Randonneur riders roll through GL
Special to the Sky-Hi News
On a bright and windy afternoon in Grand Lake, just off Grand Ave on Shadow Mountain. Drive, Andy Albershardt shouts and waves his arms, flagging down a cyclist rolling down the road. He guides the rider to the tent set up in the front yard of a house, where his wife Andrea franticly puts together turkey sandwiches on a table packed with bananas, potato chips, crackers, cookies, small cups of baked beans, and other high-calorie snacks. The cyclist is 73-year-old Ken Bonner from Victoria, British Columbia. He dismounts his bicycle gingerly and holds out a folded piece of paper with ride checkpoints listed called a brevet card for Andy to mark, then makes his way to the tent for a sandwich and a coke. Bonner and around 35 other riders set out from Louisville, near Boulder, on July 11 on a 1,200 kilometer ride that would take them as far north as Laramie, Wyo.
The ride is called the High Country 1200, and is organized through Randonneurs USA. Randonneur riding is a long-established style of bike touring that originated in France and requires riders to complete the route in 90 hours small aid stations, called controls, dot the route.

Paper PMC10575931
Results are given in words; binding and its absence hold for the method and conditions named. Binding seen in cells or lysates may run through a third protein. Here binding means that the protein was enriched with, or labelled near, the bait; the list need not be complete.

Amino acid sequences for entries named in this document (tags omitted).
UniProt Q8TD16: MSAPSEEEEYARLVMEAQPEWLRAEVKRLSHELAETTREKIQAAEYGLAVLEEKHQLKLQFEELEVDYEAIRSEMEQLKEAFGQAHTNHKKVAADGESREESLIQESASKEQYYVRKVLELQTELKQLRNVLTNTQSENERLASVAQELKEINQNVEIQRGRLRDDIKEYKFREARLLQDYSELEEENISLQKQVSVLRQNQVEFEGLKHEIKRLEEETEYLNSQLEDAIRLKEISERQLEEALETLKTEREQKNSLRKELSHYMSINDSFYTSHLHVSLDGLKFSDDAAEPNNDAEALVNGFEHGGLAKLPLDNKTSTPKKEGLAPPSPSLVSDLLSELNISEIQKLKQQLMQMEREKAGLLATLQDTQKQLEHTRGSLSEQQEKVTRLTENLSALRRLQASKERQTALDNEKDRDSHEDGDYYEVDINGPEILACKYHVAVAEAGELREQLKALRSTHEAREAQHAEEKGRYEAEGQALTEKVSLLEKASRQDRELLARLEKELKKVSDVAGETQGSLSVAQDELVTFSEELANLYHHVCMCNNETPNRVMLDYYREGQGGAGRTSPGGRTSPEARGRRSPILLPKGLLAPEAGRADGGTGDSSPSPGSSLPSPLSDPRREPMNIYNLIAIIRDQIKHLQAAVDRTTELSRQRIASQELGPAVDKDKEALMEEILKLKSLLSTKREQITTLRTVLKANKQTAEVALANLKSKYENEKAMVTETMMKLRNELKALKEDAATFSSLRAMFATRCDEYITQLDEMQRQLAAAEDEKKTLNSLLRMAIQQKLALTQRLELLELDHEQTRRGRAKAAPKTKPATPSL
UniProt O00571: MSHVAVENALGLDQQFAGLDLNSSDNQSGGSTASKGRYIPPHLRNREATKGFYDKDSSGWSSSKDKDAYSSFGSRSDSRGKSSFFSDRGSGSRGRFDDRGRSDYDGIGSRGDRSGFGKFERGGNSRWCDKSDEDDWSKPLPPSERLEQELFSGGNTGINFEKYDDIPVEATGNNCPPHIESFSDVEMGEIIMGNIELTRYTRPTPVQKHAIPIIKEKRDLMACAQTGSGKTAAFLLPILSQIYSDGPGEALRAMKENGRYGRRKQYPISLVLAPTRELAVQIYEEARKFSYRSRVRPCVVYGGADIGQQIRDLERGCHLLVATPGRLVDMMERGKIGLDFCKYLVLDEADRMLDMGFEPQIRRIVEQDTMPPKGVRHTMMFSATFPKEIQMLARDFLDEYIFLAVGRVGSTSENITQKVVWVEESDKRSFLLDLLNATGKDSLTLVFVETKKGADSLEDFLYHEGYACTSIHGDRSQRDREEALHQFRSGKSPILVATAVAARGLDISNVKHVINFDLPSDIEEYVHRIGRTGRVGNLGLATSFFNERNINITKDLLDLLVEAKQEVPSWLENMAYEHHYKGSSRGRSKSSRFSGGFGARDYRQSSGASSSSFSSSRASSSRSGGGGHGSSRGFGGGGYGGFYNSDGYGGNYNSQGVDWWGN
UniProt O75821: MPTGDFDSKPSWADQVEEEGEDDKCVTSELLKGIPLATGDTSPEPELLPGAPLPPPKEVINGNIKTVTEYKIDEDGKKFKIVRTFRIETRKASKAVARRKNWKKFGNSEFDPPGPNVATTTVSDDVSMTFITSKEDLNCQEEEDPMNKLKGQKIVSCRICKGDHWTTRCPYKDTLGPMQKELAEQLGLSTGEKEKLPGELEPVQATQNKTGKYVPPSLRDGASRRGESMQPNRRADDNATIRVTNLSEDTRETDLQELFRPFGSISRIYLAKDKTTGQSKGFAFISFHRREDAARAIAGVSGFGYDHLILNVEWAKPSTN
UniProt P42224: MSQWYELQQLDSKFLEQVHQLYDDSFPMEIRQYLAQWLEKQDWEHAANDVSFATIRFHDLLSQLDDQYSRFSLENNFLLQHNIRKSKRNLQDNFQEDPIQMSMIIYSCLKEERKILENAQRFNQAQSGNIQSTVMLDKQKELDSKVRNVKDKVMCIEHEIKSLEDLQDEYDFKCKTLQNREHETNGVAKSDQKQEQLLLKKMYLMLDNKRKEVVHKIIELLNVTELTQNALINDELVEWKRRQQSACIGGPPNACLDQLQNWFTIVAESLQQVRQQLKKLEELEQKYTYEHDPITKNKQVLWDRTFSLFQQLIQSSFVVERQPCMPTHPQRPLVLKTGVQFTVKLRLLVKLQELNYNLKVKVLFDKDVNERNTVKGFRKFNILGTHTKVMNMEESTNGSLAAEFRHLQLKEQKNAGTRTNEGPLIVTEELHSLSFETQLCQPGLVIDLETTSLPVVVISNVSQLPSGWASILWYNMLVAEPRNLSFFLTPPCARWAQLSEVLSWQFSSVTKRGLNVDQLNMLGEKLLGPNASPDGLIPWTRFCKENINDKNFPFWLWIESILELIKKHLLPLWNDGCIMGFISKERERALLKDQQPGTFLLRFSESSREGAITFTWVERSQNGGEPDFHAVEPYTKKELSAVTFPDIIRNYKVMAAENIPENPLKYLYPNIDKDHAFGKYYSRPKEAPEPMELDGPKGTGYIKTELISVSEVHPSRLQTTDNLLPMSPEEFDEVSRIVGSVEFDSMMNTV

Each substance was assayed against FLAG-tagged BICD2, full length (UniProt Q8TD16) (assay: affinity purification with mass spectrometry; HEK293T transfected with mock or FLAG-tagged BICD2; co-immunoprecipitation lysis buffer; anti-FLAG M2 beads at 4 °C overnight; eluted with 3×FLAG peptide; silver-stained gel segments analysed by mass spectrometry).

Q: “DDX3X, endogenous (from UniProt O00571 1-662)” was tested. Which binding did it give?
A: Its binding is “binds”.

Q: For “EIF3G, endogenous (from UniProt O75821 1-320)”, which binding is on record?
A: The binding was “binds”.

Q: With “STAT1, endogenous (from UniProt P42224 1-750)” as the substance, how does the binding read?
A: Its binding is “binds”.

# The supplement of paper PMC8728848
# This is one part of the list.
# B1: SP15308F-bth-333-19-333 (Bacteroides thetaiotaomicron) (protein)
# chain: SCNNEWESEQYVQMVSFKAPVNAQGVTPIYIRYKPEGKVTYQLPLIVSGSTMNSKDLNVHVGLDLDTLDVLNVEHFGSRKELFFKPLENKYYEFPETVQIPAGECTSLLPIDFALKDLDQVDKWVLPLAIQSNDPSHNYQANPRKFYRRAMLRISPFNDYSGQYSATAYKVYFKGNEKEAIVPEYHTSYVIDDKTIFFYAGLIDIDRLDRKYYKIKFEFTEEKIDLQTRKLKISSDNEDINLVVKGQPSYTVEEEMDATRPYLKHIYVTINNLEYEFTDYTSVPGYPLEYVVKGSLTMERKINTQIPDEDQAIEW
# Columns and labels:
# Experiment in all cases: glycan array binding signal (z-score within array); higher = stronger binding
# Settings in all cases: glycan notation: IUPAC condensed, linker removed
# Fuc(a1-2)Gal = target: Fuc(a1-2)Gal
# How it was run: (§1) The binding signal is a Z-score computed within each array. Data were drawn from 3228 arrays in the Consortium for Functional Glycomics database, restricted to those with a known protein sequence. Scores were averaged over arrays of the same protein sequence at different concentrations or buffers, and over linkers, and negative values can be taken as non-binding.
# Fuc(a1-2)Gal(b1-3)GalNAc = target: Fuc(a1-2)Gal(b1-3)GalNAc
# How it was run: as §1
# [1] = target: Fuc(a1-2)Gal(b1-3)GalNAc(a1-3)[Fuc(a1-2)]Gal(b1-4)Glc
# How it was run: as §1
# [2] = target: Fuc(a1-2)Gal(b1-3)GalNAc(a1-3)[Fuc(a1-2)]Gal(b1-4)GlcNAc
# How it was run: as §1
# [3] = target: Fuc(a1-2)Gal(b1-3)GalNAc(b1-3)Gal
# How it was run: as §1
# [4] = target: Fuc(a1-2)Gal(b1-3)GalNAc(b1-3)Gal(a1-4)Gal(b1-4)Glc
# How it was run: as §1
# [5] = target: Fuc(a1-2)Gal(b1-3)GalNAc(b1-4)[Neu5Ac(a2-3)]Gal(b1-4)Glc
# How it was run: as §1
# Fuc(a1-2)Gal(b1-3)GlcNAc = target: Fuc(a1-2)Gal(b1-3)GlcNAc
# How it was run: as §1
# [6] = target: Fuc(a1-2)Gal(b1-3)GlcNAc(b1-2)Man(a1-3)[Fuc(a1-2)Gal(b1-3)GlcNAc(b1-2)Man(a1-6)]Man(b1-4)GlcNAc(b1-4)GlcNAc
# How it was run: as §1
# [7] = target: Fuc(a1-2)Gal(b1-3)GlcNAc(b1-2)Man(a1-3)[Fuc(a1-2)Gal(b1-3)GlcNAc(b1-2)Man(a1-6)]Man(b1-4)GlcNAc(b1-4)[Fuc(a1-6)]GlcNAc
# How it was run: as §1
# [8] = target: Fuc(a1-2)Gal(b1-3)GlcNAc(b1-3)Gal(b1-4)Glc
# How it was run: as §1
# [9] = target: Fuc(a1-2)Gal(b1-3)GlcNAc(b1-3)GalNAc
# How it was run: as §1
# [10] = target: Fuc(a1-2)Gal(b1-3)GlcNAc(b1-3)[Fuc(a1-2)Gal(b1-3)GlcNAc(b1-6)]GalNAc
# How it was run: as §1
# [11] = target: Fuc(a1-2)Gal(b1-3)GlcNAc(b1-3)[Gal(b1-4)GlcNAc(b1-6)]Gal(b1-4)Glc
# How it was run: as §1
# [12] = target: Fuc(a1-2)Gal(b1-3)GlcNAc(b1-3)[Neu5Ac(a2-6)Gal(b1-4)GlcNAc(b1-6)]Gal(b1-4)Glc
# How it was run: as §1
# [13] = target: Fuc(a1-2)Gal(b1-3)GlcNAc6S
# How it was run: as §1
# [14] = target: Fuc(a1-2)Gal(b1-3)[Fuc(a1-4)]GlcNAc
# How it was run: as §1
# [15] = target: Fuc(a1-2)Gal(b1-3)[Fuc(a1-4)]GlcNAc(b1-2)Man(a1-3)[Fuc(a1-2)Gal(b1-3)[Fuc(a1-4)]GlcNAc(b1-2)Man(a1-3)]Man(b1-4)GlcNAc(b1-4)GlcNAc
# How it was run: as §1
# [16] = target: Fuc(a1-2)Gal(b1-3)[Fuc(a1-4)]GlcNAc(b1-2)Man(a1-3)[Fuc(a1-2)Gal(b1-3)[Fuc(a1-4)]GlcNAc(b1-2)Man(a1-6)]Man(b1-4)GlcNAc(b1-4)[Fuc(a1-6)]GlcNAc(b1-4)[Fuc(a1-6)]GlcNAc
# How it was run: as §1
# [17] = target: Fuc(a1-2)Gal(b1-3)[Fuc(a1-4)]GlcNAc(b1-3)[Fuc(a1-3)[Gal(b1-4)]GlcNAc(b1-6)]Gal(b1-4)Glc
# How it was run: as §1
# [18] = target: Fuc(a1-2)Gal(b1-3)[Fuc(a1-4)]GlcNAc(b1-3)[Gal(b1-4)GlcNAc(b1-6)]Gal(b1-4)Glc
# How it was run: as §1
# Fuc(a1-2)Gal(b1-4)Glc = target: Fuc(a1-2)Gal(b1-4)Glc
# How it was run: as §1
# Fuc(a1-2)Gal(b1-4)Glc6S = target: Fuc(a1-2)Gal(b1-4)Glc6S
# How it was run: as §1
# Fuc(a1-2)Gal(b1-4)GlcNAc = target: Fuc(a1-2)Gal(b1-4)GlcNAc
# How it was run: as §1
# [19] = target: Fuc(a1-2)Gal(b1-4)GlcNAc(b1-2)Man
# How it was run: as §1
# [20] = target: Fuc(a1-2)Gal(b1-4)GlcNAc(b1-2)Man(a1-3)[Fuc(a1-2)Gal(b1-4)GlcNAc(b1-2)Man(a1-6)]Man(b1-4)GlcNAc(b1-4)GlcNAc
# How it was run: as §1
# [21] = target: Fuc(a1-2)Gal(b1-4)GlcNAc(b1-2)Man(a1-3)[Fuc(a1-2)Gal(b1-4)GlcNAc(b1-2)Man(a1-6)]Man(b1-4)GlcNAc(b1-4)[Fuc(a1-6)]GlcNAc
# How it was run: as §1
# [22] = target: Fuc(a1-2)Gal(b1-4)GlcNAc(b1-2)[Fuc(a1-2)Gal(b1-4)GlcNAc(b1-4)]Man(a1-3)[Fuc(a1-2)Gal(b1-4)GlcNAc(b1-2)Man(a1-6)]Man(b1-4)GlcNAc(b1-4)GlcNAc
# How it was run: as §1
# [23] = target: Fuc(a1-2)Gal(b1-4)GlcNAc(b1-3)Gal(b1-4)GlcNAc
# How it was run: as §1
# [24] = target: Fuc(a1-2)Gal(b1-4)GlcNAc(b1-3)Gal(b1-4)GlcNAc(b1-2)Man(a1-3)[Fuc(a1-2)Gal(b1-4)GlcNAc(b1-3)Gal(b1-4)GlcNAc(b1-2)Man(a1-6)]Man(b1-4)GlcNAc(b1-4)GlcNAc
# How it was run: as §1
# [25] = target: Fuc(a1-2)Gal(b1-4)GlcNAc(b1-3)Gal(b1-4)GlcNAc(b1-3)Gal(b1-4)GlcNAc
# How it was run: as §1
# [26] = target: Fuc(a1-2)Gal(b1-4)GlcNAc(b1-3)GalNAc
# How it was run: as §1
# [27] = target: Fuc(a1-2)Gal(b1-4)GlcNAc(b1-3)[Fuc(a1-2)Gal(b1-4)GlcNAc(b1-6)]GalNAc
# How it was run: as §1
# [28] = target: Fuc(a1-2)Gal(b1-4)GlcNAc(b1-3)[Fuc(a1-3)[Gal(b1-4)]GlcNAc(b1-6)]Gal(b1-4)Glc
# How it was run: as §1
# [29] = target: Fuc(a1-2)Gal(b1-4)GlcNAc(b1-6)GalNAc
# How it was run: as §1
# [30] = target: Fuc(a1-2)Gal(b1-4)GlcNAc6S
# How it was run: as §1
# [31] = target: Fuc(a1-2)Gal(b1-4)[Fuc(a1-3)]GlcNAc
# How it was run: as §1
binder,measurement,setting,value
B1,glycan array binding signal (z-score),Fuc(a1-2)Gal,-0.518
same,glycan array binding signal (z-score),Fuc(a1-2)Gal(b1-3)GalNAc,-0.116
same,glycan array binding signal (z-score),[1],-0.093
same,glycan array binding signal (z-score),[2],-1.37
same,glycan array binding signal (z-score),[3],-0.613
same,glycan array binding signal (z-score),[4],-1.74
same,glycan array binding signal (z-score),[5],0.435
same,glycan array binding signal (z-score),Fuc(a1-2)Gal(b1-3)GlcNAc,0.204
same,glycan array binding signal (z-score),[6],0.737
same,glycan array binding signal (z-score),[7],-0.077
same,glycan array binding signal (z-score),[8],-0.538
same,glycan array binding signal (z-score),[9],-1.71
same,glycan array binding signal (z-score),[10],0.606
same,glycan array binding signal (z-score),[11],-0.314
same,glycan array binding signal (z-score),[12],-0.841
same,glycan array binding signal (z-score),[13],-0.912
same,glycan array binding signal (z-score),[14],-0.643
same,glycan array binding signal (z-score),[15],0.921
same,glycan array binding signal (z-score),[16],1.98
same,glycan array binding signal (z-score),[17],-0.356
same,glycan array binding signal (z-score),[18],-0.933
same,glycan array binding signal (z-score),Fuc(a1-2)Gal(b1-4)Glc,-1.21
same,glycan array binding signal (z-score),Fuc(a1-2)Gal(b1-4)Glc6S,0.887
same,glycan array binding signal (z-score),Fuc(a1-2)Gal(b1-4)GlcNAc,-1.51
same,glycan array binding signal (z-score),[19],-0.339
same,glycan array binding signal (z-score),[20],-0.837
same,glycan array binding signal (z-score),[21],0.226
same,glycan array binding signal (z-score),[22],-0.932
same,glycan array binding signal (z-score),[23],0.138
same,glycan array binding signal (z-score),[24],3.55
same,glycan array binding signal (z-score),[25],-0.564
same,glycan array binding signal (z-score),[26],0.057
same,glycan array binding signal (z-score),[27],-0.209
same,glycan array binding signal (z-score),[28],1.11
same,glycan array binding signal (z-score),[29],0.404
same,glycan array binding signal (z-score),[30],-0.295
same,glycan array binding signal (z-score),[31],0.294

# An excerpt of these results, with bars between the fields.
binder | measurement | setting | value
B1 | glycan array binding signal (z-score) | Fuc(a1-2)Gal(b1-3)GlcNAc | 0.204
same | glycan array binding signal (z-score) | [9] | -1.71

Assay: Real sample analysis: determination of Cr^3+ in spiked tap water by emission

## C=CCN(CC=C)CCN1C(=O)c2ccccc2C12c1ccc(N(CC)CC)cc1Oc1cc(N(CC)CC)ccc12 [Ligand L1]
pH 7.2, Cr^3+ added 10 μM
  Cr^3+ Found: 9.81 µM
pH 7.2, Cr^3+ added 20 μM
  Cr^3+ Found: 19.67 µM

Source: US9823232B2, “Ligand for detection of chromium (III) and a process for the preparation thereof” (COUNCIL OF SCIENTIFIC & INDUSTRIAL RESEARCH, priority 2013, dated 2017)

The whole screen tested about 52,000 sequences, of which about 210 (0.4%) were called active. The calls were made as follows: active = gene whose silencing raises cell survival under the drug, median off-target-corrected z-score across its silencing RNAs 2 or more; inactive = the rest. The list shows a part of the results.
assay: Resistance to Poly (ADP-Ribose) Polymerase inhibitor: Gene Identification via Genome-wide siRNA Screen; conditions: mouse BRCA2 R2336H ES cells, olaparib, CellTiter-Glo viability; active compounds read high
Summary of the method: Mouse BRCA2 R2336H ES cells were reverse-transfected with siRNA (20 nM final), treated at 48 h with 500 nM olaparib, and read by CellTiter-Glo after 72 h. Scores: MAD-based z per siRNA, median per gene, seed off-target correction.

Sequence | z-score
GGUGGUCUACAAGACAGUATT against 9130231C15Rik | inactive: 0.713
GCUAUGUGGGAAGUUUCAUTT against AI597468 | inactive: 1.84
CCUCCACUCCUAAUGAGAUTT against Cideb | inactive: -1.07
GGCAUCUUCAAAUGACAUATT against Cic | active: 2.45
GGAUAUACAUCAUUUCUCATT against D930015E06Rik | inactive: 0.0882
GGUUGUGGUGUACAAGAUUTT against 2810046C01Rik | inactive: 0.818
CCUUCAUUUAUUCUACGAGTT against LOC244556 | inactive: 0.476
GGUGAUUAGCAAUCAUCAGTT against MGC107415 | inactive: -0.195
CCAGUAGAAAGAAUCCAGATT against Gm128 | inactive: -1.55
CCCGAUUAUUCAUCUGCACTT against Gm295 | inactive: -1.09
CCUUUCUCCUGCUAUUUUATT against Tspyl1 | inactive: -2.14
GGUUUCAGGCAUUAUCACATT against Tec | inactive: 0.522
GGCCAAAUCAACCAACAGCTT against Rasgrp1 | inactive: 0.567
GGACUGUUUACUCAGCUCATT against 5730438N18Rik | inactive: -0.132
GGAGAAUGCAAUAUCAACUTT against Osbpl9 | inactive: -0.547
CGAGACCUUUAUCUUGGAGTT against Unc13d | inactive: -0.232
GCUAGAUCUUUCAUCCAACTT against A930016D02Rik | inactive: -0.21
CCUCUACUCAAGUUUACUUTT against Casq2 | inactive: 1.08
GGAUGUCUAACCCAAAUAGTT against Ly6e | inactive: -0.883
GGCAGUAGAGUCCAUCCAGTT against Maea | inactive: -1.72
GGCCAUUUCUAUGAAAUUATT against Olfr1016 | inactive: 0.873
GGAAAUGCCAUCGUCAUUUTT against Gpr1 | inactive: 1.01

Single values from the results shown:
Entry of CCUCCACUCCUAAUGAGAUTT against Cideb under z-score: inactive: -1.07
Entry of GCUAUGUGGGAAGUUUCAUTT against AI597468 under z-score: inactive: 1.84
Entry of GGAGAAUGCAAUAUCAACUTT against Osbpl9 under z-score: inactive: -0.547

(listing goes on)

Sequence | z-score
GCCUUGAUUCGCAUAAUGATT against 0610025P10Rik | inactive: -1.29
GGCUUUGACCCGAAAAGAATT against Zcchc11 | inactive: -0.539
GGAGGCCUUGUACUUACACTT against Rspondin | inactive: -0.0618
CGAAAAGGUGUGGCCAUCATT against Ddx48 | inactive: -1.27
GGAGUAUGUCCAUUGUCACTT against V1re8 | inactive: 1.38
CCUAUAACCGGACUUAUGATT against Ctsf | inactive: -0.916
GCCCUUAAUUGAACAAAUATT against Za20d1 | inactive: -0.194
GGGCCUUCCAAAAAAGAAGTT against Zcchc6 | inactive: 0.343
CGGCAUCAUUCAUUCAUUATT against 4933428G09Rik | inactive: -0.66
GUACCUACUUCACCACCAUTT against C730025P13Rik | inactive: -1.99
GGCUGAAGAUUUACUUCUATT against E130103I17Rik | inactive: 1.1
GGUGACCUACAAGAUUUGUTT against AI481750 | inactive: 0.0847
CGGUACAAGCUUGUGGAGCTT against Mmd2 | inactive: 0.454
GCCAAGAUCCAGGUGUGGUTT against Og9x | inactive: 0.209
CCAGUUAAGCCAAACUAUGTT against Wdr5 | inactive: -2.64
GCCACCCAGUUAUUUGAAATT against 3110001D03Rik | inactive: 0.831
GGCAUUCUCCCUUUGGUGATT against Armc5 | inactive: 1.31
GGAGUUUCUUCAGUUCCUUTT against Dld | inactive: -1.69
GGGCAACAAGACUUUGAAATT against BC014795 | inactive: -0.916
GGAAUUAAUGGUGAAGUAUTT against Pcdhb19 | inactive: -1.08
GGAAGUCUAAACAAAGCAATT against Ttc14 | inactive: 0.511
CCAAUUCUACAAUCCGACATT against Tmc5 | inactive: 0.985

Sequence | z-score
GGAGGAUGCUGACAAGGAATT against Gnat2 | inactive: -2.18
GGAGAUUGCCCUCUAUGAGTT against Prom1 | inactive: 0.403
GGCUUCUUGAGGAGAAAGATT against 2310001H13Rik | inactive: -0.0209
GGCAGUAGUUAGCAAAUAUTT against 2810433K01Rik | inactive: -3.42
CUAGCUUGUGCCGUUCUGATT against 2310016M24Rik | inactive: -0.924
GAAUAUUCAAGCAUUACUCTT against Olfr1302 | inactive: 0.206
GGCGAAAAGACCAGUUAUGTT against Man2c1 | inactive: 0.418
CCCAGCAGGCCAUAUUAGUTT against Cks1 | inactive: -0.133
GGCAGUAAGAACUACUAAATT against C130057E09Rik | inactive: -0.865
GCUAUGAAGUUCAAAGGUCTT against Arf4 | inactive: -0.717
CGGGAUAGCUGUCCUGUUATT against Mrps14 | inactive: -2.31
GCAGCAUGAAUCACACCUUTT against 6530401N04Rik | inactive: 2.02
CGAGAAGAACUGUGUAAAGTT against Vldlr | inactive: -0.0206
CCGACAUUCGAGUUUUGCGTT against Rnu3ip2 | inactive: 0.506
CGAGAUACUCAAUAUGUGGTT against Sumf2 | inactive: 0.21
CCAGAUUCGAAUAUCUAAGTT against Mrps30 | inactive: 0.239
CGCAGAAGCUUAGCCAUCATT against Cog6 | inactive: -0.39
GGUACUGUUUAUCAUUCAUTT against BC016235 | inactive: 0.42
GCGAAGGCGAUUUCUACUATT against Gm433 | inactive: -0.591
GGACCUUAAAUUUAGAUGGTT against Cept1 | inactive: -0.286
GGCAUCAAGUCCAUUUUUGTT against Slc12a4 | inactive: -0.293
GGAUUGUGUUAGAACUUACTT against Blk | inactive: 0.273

Cindy and Hoppe Southway, long-time Grand Lake residents and friends of the Albershardts, agreed to let the checkpoint be set up in their front yard.
For Ken Bonner, complete the ride would mark his 51st 1,200 kilometer ride. Randoneé rides are not a race in the classic sense, but the riders do have a destination with places to stay each night and are required to reach the start-finish line in Louisville by Thursday at 10 p.m. to earn an official finish. Riders average between 2 and 4 hours of sleep per night over the course of the ride. Albershardt had started the race with the other riders but dropped out after a grueling first day battling strong winds along the Front Range and into Wyoming and switched to helping his wife take care of the riders at the control stops. Albershardt was a talented bike racer in the 1980s, battling it out with cycling greats like Greg Lemond and Davis Phinney in the Coors Classic. But he moved on to Randonneur riding when he got tired of the politics and extreme competitiveness of racing. Now, he is a finisher of the famed Paris-Brest-Paris Randoneé along with many other rides around the US.
“Randoneuring is for the adults, racing is for the brats,” Albershardt said with a smile.
For riders who complete the entire course, their signed and stamped brevets will be sent to France to be approved by the Randonneur Mondiaux, the international governing body for Randoneé rides.
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